VISIT:  for MORE Trainings: FREE!!



(IGCCB Certification:  Clergy/Lay Minister Certification in Gambling Addiction Prevention, Education, Awareness, and Spiritual Outreach Care)   

Notify any change of e-mail address, phone number, and postal address to the International Board:  Phone:  (202) 547-9204 OR  email:

·         Complete and submit Annual Accountability Attestation Form (This Form will be sent to you.)

·         Provide document(s) evidencing completion of 18 hours of gambling-specific CEU hours every three years

·         Re-certification is every three years.   

·         The Re-Certification Fee amount is $95.
Blessings as you continue to learn and grow ... to help others learn, grow, and recover!
Rev. Janet Jacobs, CCGSO
Founding Director
Gambling Recovery Ministries

For more information on problem gambling and recovery issues, visit:                                                                                                                                                      


Friday, August 4, 2017

Post 96 

SUMMER READING … AND LISTENING:   a collection of thoughts

Lightyears ago, when I was in elementary school, one of my favorite activities during those almost-three-months-long, summer vacations was to join the children’s reading program at the local library.  As soon as school was out, my brothers and I would sign up.  The librarian gave each of us an attractive, handmade, little notebook to keep track of the books we read.  At the end of the summer, there would be a large poster on display with the participants’ names and how many books each person read – most read were at the top of the page, of course!  How I read and read to be one of the top readers!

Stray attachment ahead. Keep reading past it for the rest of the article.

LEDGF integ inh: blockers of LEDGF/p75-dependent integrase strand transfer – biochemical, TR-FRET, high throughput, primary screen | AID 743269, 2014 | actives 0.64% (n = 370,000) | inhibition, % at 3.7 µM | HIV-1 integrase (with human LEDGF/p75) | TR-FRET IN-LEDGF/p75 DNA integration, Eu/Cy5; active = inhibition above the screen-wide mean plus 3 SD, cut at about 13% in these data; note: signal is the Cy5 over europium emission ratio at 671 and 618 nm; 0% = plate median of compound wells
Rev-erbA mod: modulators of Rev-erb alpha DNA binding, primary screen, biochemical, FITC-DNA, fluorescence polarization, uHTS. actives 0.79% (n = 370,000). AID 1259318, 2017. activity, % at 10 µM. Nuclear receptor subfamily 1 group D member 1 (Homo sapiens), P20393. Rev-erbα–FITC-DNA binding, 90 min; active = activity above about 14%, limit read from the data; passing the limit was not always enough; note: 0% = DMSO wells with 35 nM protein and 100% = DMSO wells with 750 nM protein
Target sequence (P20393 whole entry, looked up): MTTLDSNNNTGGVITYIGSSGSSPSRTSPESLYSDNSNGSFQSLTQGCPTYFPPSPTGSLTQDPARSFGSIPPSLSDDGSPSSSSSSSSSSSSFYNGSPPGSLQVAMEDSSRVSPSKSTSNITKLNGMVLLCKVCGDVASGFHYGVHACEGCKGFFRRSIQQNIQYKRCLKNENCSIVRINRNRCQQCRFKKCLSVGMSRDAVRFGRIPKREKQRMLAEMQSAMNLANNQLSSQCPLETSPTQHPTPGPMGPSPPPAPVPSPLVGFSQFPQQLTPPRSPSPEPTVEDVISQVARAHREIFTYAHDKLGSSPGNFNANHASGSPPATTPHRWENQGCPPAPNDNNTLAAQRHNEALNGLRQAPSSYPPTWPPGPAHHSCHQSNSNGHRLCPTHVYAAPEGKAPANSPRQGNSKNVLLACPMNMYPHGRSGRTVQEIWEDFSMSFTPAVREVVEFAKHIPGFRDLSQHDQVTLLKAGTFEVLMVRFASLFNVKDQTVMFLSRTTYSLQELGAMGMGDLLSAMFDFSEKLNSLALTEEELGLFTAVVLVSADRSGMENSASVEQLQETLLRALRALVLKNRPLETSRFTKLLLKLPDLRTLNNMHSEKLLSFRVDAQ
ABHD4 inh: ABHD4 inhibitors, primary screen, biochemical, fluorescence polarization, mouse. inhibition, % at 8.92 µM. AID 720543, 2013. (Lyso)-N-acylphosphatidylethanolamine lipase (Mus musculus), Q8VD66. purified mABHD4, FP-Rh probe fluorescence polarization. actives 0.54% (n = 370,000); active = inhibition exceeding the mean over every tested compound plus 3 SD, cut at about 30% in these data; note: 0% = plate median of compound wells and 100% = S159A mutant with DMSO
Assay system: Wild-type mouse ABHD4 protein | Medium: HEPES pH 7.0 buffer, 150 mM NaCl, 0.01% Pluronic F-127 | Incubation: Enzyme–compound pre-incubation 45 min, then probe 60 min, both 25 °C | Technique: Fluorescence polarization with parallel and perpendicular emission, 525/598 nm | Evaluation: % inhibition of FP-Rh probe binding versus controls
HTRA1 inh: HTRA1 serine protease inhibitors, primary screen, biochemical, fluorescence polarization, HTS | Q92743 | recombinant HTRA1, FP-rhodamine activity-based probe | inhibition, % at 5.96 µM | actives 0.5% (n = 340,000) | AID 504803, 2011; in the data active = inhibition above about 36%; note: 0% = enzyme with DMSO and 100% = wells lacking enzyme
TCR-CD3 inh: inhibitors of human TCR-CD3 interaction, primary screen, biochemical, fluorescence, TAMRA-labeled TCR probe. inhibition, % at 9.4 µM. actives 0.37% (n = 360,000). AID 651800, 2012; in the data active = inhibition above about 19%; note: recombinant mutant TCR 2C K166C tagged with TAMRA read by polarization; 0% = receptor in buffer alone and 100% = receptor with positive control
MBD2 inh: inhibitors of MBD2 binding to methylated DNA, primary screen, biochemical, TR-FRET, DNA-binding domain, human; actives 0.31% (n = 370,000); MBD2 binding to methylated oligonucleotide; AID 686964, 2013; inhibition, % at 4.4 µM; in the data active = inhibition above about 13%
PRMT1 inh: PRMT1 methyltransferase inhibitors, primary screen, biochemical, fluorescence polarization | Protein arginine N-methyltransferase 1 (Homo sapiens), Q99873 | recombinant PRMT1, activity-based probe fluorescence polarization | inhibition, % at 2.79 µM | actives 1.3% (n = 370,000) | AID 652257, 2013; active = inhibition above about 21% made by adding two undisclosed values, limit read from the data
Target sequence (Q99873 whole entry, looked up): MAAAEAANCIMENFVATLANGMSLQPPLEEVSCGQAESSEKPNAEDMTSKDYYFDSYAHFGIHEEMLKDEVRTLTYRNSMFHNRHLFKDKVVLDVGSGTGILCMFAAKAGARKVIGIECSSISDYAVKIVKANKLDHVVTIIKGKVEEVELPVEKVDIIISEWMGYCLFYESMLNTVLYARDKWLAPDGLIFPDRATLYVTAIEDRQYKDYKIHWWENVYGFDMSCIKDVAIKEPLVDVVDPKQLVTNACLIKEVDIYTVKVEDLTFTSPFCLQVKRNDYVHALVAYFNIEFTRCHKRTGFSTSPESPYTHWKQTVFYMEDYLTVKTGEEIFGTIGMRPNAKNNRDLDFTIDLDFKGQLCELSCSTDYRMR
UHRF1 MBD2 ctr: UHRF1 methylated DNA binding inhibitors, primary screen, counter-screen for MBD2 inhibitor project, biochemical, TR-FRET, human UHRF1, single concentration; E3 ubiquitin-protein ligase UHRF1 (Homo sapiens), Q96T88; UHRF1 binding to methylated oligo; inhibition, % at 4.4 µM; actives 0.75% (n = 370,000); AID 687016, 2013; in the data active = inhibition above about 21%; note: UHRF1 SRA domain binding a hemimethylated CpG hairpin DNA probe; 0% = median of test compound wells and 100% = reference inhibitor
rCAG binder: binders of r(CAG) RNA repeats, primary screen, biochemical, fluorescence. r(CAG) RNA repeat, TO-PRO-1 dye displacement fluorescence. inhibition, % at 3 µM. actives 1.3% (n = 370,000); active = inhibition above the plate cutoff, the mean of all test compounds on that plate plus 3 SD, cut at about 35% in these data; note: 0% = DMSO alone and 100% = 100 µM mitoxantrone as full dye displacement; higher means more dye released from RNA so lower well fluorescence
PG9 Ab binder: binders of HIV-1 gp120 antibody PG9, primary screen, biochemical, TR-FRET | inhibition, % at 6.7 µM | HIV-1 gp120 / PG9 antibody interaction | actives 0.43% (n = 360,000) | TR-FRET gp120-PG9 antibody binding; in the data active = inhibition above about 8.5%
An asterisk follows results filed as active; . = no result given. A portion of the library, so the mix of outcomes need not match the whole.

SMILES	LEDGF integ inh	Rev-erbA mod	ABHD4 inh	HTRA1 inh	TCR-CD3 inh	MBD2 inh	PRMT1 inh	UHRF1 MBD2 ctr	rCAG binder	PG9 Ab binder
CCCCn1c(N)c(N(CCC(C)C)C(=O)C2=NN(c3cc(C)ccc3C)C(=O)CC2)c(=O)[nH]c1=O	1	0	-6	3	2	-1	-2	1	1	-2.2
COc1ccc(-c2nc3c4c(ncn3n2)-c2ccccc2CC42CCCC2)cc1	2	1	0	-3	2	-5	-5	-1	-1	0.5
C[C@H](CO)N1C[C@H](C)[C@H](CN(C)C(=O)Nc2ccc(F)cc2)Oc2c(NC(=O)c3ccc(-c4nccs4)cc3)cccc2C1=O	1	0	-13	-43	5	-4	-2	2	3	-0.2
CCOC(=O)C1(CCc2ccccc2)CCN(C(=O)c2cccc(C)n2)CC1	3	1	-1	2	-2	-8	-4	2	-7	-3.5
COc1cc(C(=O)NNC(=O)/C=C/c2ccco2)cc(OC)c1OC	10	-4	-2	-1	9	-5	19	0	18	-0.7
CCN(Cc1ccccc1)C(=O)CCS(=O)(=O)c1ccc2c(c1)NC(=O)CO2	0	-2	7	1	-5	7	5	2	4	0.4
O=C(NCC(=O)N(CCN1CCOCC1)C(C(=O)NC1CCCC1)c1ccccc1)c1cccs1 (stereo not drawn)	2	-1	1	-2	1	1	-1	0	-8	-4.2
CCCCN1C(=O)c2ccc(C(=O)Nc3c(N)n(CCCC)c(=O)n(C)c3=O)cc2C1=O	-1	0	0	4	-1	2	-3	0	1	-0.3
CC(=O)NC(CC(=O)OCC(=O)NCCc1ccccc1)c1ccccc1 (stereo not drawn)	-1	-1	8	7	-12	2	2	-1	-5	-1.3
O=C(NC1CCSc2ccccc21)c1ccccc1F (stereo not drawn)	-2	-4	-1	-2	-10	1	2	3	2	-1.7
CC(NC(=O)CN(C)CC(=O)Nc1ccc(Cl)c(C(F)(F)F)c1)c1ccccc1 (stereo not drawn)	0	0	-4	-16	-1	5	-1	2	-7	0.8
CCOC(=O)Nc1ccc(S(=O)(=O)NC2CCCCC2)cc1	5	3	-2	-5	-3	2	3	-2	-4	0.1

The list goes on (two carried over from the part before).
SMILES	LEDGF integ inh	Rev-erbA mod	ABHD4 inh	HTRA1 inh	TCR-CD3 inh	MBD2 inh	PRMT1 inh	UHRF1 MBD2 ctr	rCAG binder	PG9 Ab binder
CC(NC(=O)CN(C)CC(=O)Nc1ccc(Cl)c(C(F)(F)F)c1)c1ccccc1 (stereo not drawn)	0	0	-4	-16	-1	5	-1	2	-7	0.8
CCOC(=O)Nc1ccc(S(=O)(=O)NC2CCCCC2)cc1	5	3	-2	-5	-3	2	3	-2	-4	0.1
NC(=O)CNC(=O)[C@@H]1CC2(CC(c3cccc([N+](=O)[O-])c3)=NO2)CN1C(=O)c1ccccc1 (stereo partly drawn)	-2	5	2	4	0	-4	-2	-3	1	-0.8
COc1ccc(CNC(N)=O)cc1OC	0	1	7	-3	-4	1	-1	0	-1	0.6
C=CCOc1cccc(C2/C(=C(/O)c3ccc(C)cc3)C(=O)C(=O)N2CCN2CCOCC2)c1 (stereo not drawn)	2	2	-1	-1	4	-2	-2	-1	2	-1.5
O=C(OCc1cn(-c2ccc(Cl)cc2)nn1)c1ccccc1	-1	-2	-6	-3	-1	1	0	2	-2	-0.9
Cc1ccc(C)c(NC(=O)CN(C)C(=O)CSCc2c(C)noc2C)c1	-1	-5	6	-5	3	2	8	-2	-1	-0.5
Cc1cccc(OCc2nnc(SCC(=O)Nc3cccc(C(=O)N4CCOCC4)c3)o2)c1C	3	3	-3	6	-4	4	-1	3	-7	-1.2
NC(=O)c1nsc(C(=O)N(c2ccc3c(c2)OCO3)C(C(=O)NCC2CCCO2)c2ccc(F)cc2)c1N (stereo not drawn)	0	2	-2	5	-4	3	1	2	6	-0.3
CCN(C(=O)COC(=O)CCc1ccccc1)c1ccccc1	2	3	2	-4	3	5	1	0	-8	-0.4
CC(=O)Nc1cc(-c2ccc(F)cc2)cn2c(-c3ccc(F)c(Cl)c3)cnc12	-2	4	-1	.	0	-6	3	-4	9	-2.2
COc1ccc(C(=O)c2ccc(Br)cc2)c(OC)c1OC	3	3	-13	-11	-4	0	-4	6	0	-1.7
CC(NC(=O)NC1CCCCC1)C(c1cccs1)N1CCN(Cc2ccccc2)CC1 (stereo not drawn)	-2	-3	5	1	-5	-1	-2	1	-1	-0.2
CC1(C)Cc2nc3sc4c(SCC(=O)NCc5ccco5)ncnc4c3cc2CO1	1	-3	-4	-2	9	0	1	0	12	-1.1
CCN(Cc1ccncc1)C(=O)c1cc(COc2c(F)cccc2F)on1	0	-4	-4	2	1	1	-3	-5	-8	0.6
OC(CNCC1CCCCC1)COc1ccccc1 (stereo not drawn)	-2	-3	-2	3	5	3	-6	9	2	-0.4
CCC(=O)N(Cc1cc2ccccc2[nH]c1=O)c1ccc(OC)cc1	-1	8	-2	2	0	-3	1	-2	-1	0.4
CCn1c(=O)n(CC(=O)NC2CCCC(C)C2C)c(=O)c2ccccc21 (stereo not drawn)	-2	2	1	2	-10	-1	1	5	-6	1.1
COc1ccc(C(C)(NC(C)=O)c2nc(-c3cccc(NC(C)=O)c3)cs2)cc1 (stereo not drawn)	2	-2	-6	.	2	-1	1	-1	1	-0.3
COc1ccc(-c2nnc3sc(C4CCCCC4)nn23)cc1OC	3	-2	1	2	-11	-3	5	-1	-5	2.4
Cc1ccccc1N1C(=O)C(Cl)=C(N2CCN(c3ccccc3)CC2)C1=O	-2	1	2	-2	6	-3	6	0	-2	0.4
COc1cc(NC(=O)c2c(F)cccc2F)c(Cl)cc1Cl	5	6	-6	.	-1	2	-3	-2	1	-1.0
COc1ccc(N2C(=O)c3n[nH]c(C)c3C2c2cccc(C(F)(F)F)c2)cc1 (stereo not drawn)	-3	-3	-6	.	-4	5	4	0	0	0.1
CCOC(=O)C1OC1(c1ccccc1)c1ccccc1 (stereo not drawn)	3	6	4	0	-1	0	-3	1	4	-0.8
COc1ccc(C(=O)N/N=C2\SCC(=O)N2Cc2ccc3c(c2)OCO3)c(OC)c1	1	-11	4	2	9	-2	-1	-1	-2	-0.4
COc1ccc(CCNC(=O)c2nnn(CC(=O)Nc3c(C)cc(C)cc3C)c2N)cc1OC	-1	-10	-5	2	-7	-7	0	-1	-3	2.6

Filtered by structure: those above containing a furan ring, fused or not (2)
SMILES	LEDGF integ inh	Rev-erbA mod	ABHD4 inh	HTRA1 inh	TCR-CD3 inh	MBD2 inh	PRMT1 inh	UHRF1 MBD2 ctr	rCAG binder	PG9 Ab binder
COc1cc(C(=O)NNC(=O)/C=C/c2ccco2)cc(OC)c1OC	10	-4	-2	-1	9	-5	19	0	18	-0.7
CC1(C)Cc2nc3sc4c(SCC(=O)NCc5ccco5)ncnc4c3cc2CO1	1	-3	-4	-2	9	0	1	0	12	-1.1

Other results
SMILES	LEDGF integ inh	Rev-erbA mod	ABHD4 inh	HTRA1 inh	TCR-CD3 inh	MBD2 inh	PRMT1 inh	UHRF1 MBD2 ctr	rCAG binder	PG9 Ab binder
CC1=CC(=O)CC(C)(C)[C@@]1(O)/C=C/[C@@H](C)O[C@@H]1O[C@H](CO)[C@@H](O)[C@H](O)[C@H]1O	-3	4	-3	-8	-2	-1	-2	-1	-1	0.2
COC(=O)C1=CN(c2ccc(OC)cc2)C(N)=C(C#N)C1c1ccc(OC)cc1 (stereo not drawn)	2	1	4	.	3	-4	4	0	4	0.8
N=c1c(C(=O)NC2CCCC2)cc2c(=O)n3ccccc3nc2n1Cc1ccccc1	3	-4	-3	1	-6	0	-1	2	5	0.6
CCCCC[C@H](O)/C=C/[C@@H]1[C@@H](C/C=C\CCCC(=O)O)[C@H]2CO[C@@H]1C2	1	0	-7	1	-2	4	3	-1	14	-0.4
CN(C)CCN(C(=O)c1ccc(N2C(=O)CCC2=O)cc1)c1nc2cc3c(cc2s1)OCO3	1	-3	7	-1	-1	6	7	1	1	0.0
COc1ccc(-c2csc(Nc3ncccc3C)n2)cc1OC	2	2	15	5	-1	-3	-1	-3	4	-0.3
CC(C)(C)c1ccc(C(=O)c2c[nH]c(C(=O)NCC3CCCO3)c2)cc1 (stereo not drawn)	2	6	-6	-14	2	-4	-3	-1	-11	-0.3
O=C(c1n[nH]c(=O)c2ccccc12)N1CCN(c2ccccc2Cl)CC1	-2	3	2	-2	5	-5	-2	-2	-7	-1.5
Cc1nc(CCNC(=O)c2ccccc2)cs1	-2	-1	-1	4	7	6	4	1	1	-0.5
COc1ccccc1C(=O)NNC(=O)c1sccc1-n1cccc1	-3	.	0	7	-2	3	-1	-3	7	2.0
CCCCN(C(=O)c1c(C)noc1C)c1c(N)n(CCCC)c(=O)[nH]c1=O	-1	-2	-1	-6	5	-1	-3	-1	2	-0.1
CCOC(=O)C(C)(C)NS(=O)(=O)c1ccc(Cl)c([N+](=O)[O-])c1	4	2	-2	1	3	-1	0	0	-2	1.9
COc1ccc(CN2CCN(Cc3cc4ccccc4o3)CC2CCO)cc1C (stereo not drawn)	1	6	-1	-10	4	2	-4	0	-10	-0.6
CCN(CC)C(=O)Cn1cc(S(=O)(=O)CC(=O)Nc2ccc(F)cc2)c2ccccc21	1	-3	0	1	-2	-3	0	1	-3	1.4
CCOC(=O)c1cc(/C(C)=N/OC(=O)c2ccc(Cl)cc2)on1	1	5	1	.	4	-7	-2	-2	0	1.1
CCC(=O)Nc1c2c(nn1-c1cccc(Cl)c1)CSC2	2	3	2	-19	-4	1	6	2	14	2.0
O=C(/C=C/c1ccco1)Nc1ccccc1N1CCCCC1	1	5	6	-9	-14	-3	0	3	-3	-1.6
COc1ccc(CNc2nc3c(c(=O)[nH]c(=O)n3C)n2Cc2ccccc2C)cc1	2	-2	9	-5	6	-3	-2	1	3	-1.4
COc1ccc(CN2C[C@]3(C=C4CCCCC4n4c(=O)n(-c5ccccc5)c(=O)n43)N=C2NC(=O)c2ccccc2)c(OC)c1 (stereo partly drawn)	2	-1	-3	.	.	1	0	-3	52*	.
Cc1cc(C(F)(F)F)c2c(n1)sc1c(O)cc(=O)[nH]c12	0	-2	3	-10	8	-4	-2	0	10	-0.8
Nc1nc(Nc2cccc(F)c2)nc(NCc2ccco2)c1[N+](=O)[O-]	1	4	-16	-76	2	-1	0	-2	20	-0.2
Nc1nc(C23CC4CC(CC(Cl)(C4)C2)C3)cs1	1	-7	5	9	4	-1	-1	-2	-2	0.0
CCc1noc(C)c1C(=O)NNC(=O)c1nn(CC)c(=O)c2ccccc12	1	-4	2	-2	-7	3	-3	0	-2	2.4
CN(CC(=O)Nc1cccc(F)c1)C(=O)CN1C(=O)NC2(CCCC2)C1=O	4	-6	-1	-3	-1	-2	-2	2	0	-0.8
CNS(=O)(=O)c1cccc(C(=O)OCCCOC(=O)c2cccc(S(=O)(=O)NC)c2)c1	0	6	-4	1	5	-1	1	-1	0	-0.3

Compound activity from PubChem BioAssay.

This summer, I decided to create my own reading program – and stick to it despite many other goals and responsibilities.  Purposefully – knowing the kind of schedule ahead of me – the materials chosen were ones that could be interrupt-able and somewhat lighter in nature.  The categories are diverse, providing mental shifts from one to the next.  I designated four areas of reading in which to regularly indulge:  (1) historical fiction, (2) inspirational, (3) information on addiction, and  (4) devotional.  Gladly, I can share that it’s been a consistent read since early-June ... a rewarding and thought-provoking one.

For the July edition of the GRM Blog, I will share several of these thoughts associated with each piece of material.

The Autobiography of Miss Jane Pittman by Ernest J. Gaines

·        American Slavery was an intricate system affecting/creating/perpetuating multiple impacts upon the culture:  economic, social, psychological, theological, an overall sense of fear/insecurity, and a general outlook of ongoing sameness with no reason/opportunity to change.  It’s a story of traveling through time (and eras) for a former young slave girl to a 100+ year old woman.  In many ways, the old-slavery-system impacts continued strongly throughout the book affecting a host of characters on both ends of slavery’s spectrum. 

Reading intimate details of being bound  thus reminded me, over and over, of the limited existence that is captured and held by addiction.  Whether the personal situation is substance or behavior driven, the addict and loved ones/associates are bound to the ruling effects of the addiction cycle.  Then too, the above mentioned, pervasive impacts are found repeatedly within individual true-life stories of addiction.